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Accepted Paper:

Youtube and the platformization of hate in India: The case of ex-Muslims  

Paper short abstract:

This paper is an ethnographic exploration of digital subcultures of Islamophobia in India, specifically on Youtube through the phenomenon of ex-Muslim voices and its appropriation by Hindu nationalists.

Paper long abstract:

While studies have documented a general decline in piety across religions over the past twenty five years, the incidences of individuals leaving Islam have been viewed in Islamophobic terms as a crisis of enlightenment within the religion. The broadbrushing of specific socio-political and spiritual motivations makes way for the global right to justify the othering of Muslims by weaponizing statements and beliefs of ex-Muslims. In all of this, what has been emergent yet understudied is the internet’s role in enabling subcultures of anti-Muslim discourses via the amplification and appropriation of ex-Muslim voices.

In this paper, I study the Hindutva subculture centered around two ex-Muslim “personalities” who have amassed a substantial following on social media platforms in India. While some ex-Muslims face threats to life from orthodox Islamic sects, their online personas are committed to engaging other Muslims debating the (de)merits of Islam. However, a look at their comment section and related content channels through algorithmic suggestions will reveal one of their strongest draws is Hindutva supporters. The aim is to qualitatively map the reception and circulation of anti-Muslim views in this eco-system where the Hindu right meets the ex-Muslim by using online ethnography, critical discourse analysis, and semi-structured interviews. Further, by historically grounding the findings within pre-digital ex-Muslim discourses in the subcontinent, we hope to offer a contextually-grounded understanding of the dynamics of cross-cutting discourses and their impact on far-right political opinion-forming processes on the digital sphere.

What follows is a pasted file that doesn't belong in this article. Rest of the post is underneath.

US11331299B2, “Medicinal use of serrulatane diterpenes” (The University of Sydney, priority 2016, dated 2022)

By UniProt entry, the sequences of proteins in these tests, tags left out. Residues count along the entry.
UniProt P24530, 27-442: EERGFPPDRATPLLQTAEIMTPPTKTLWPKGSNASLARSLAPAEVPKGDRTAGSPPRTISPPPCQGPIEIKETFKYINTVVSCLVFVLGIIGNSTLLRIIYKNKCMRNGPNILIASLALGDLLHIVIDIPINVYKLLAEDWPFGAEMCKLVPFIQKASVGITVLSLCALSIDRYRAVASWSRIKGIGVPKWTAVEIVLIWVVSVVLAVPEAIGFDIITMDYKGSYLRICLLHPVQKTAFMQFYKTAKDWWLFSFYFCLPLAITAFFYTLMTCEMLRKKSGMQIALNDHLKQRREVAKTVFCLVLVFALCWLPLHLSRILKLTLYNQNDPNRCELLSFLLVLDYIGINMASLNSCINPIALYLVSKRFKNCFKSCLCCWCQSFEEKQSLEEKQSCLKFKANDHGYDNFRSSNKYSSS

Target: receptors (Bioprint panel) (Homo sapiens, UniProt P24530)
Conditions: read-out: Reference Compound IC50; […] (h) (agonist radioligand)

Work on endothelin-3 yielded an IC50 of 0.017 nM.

Panel P036
Digital ethnography and experiences from the Global South
  Session 1